In this post we are going to discuss WebSphere Commerce (WCS) Payment Methods and Payment Plug-ins. We will go through how an Affirm payment can be implemented in WCS as an example of implementing a new Payment Method. The goal with the following discussion is to give the reader a fundamental understanding of how to implement a Payment Method in WebSphere Commerce and in particular of the concept of a Payment Plug-in.

See WebSphere Commerce – Payment System Overview for an overview of the WCS Payment System and see the IBM Knowledge Center for further details on WCS and its components.

Implement a new Payment Method

A Payment Method in WCS is the means by which a payment will be processed, for example a specific brand of a credit card or PayPal. A functional Payment Method consists of several different things that must all play nicely together. Some custom choices can me made during the development of a new Payment Method, but in general the following is needed:

  • Add a new policy to the database which represents the Payment Method
  • Create a .jsp file which displays the UI elements needed during checkout and implement other front-end changes
  • XML configuration files: The payment configuration files must be correctly configured
  • Create a new Payment Plug-in (or add handling for the new Payment Method to an existing one and customize the plug-in logic)

The needs of the business and the type of payment being implemented must affect the design of processing flow for the payment. Implementing a new Payment Method can be a highly individualized process with plenty of customization or it can rely heavily on out-of-the-box processes. 

Payment Plug-in

Payment Plug-in is a self-contained software component that serves as a proxy for a payment back-end system. It is a stateless session bean that needs to implement methods that correspond to the actions that the plug-in must handle. Which actions the plug-in must handle depends on the Payment Methods utilizing the plug-in, along with the needs of the business. Before implementing a new Payment Method we must analyze which actions it must support and design the logic of the Payment Plug-in it utilized accordingly. The types of actions that can be executed by a plug-in are as follows:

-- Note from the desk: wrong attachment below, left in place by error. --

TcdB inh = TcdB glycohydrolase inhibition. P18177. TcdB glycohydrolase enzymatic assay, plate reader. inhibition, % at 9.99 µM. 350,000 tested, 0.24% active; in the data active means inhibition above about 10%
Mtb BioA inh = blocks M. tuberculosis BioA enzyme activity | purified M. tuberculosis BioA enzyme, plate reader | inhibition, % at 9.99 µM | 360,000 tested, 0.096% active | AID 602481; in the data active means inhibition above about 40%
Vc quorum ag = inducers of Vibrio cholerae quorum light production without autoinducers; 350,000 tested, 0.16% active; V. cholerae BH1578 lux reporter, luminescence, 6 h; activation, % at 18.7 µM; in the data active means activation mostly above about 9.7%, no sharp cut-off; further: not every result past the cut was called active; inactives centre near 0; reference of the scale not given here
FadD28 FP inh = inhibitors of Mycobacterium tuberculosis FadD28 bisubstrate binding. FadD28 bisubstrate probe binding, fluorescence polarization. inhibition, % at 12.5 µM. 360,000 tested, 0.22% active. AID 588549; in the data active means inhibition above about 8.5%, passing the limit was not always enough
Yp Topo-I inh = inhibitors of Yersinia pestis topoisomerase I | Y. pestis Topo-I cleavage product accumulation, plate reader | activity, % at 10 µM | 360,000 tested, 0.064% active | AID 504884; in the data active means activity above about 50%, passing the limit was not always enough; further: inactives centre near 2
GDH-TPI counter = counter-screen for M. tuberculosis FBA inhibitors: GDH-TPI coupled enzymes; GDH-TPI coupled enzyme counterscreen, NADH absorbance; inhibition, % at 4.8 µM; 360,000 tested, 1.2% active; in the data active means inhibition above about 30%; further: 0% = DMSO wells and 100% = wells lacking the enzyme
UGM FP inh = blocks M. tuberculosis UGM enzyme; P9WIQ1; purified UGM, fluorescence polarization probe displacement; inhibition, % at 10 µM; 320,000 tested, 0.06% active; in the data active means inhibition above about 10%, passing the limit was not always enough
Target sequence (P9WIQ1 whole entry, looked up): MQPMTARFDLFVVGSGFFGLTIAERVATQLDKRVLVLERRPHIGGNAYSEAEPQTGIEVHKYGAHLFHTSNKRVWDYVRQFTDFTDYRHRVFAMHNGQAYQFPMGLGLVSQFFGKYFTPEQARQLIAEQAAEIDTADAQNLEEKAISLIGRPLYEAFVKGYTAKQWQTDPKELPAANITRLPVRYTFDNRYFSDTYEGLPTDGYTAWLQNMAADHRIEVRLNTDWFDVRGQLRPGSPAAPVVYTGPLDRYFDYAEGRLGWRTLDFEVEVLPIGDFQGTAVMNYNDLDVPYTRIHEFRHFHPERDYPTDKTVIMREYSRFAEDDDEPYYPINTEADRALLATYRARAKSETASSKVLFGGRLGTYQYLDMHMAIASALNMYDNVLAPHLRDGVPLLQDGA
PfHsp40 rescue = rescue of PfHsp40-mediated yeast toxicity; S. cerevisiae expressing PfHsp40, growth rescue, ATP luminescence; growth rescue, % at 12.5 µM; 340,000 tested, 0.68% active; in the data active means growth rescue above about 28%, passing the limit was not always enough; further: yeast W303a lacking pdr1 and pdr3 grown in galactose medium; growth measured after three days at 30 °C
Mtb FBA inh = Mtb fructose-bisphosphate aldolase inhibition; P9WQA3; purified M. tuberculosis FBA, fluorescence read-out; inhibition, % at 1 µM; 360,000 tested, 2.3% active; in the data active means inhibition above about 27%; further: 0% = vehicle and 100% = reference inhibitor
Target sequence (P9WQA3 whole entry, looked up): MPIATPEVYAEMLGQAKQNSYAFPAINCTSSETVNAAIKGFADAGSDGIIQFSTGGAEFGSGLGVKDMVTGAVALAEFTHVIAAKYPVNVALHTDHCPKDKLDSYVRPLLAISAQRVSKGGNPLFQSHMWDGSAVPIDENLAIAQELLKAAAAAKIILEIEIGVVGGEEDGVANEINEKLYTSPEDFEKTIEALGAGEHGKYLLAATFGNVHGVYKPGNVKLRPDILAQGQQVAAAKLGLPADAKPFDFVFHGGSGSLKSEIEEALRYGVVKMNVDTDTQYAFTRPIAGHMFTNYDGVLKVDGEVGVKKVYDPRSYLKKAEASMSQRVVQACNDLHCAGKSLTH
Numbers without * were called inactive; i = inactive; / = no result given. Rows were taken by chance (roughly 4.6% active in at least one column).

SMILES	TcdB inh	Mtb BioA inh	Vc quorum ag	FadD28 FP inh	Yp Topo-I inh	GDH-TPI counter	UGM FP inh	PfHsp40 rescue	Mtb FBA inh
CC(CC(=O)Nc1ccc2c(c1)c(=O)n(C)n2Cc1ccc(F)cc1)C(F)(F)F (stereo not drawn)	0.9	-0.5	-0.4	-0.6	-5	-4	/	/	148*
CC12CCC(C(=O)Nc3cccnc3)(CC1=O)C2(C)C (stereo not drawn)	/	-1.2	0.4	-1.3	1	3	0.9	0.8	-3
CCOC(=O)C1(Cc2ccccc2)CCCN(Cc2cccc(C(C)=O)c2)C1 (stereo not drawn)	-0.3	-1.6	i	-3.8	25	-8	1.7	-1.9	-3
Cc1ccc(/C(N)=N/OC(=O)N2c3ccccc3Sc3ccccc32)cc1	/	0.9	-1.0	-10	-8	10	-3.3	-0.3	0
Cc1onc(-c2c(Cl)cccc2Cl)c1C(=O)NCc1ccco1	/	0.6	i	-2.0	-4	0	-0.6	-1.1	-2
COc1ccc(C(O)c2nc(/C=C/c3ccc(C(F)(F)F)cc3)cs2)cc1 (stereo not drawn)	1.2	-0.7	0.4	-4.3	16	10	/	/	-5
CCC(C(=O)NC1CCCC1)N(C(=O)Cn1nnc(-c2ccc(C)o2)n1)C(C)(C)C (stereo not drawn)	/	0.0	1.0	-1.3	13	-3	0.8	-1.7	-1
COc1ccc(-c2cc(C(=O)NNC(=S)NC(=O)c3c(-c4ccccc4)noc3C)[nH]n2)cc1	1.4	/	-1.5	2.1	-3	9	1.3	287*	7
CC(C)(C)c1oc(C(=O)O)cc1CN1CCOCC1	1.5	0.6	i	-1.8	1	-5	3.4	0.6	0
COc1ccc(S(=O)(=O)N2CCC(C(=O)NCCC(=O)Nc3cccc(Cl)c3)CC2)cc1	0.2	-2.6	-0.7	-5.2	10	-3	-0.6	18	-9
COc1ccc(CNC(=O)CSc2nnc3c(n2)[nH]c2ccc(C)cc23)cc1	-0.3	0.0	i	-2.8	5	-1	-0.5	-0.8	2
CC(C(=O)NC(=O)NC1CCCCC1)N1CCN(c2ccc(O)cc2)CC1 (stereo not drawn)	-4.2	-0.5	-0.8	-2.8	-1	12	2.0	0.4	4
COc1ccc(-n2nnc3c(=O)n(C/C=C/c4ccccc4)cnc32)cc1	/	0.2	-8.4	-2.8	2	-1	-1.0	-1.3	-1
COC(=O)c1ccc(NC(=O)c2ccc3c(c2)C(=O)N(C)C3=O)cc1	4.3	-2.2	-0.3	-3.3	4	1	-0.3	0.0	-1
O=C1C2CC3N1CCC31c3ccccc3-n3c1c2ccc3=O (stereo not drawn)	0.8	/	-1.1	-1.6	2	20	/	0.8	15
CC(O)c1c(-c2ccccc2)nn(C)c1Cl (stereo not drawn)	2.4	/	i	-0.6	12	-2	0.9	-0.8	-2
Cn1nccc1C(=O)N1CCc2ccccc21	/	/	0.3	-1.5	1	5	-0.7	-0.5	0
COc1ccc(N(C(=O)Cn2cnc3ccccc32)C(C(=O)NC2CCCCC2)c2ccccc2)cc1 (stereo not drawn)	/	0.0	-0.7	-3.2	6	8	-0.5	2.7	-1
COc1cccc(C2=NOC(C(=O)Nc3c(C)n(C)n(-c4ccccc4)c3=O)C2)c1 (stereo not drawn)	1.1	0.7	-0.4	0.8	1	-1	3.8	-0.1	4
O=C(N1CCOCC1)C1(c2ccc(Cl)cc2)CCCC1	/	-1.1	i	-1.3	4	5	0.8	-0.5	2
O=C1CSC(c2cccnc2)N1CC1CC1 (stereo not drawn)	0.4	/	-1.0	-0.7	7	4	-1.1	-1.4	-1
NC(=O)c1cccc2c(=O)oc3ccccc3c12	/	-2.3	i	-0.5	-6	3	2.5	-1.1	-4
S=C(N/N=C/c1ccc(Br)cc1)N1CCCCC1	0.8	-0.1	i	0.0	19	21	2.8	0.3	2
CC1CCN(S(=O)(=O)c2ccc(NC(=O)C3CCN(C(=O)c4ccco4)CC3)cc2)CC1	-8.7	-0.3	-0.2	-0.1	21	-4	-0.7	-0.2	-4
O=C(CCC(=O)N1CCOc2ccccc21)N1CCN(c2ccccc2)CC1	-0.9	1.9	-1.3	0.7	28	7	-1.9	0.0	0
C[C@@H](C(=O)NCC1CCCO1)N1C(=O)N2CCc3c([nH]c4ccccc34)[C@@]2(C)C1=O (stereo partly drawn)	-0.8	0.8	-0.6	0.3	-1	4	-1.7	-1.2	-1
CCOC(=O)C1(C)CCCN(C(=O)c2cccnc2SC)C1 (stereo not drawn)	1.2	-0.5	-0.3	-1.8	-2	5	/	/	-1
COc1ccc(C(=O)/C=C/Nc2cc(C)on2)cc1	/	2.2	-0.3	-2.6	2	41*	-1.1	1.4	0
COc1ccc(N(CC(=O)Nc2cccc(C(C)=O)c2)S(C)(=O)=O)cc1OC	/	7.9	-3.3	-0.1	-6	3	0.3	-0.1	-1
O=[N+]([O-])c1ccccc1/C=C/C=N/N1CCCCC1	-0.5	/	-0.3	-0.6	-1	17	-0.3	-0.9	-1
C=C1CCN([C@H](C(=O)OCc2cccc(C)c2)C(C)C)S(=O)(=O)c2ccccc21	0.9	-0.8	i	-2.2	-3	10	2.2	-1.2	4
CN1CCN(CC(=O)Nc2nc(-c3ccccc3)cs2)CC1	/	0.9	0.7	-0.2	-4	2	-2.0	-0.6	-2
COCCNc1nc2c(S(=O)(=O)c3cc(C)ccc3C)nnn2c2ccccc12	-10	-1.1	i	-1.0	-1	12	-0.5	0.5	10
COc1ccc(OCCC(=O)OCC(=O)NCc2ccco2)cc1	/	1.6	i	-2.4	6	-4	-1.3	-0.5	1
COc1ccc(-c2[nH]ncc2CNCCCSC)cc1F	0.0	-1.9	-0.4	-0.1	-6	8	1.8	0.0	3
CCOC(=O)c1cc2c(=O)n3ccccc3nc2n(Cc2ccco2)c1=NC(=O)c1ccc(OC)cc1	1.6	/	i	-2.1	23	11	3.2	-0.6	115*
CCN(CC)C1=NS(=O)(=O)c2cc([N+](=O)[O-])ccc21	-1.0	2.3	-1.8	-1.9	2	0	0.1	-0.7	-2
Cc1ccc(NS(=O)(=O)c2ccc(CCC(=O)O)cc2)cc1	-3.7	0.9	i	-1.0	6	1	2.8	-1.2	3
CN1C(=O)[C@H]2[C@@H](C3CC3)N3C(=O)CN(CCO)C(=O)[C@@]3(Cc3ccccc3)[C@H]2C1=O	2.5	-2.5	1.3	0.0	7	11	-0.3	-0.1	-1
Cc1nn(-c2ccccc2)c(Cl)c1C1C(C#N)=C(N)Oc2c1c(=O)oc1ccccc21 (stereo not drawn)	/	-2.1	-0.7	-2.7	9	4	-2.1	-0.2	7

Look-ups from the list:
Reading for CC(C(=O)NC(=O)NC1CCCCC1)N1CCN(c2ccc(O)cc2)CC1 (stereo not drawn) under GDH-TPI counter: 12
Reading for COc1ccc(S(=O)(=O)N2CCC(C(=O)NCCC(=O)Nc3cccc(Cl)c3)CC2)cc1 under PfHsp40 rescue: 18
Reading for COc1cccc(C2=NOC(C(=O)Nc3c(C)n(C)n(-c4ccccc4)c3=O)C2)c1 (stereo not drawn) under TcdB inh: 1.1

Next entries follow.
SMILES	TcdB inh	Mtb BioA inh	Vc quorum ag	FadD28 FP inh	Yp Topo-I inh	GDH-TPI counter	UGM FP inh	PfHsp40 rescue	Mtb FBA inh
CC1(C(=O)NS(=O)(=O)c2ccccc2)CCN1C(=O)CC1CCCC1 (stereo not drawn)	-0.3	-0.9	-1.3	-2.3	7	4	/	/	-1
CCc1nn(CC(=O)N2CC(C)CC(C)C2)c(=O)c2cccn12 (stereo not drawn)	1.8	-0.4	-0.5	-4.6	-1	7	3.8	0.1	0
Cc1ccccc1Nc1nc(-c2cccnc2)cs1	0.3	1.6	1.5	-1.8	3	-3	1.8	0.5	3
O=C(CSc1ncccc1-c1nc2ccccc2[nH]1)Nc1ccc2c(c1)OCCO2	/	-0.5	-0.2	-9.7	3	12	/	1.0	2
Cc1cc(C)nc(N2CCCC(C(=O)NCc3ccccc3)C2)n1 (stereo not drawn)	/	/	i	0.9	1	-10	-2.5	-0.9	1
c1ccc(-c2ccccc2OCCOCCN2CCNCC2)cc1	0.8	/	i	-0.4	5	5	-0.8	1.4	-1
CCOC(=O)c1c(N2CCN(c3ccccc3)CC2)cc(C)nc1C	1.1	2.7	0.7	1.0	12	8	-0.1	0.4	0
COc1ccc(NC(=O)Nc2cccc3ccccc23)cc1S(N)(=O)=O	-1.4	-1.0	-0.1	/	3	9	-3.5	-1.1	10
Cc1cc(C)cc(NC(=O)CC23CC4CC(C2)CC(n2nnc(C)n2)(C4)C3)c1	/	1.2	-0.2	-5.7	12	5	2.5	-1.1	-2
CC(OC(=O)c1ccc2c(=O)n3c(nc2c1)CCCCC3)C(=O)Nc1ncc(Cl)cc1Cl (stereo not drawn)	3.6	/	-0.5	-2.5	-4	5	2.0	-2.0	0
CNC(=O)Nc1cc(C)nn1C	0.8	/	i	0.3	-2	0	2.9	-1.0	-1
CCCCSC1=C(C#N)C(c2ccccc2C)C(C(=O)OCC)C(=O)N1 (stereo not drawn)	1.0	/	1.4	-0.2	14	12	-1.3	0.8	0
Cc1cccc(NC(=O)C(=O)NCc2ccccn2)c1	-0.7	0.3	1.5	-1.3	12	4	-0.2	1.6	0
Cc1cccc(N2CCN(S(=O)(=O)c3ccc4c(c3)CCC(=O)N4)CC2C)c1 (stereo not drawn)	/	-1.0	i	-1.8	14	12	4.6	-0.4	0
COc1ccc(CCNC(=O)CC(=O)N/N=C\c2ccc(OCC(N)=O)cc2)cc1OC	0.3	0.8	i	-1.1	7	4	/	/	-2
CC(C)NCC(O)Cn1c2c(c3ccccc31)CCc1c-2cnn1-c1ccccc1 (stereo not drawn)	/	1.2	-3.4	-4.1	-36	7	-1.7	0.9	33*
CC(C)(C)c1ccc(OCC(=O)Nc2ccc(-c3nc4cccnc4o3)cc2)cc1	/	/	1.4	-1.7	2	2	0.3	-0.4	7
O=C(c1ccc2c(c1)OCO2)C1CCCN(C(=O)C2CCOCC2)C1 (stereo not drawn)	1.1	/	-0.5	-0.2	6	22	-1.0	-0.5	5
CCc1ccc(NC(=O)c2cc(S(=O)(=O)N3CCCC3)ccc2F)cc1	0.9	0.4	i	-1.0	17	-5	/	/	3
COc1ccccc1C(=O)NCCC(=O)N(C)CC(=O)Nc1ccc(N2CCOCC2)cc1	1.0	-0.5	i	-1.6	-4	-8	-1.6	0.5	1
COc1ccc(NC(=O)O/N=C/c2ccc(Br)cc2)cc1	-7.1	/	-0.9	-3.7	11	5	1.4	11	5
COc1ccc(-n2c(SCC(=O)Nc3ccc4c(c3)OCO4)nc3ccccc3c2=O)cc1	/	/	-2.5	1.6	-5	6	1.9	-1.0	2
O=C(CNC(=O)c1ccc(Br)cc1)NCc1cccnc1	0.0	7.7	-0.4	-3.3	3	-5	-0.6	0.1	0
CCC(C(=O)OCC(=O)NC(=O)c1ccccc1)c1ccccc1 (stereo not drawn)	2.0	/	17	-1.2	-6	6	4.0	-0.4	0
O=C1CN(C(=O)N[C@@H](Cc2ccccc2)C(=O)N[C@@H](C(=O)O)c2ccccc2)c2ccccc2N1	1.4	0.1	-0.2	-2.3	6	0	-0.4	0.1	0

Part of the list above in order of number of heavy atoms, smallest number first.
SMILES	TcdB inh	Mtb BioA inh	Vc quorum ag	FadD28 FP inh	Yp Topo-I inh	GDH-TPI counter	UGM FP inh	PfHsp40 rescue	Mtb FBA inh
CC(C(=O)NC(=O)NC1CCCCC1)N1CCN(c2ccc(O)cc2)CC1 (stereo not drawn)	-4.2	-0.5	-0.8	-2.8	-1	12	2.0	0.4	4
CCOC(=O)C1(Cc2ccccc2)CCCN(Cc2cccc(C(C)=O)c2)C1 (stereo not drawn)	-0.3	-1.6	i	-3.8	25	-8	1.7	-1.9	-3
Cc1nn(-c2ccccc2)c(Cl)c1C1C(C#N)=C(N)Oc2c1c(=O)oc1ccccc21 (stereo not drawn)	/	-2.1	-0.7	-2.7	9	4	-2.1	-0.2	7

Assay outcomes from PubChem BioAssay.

• Payment approval (or authorization)
  • Payment deposit (or capture)
  • Credit (or refund)
  • Reversals for the above transactions

Creating a Payment Plug-in can be split into three distinct phases:

  • Create a new EJB project for the Payment Plug-in and make it available to WCS
  • Implement the business logic of the plug-in. That means to implement all the methods required by the Payment Methods that will use the plug-in
  • Create and configure the XML files for the plug-in (PluginDeployment.xml and PaymentSystemPluginMapping.xml)

Affirm implementation

Here want to take an example of how an Affirm payment can be made through a Payment Service Provider (in this case, Cybersource). Details on how to integrate with Affirm can be found here. We follow the steps listed above to configure the Affirm payment method. The first part of the payment flow (the Prime Payment Event) is executed as described in Figure 1. We use the provided API from Cybersource to do all external service calls.

Figure 1. Simplified overview of the Affirm checkout process (Prime Payment Event).

We use two WCS commands during the processing of the Prime Payment Event (see IBM Knowledge Center for details):

  • PrepareOrderCmdImpl
  • ProcessOrderCmdImpl

As the names indicate, the first command executes certain processes to prepare the order for checkout, meanwhile the latter executes (among other things) the payment process. As is indicated in Figure 1, we split the logic of the checkout process into two custom commands:

  • AffirmForwardCmdImpl
  • AffirmReturnCmdImpl

The reason for this is that we must redirect the customer to Affirm’s site in order for them to apply for credit. After the credit application is done, Affirm will redirect the customer to a URL that will execute the second custom command, where the more standard WCS payment process happens such as the Payment Plug-in Controller creating a Financial Transaction which is then processed by the Payment Plug-in.

Similarly, a customized flow like we have implemented for the Prime Payment Event can also be implemented for the other two payment events (Reserve Payment Event and Finalize Payment Event). However, we did not have any need for that, so we simply use out-of-the-box commands that will trigger the Payment Plug-in Controller to execute an appropriate method on the Payment Plug-in. These commands will be executed when the order reaches a certain stage. In our example it is when the order is ready to be shipped and then after the order has been shipped.  

After analyzing the needs for the Affirm Payment Plug-in, we determined that we needed to implement methods to authorize and capture a payment along with the reversal for those transactions. The implementation basically consists of creating a request with all the required information that the Cybersource API expects and then the handling of the received response. We need to ensure that the plug-in is being passed all the required information needed to build the request. That is done in the XML configuration files for the plug-in.

Conclusion

This is an example of how a new Payment Method can be implemented in WCS. As we have discussed, it will always depend on the nature of the payment to be implemented and the needs of the business how exactly the details of the process turn out to be. For more details on how to actually implement a Payment Methods we direct the reader to the IBM Knowledge Center where hands-on tutorials and other documentation can be found.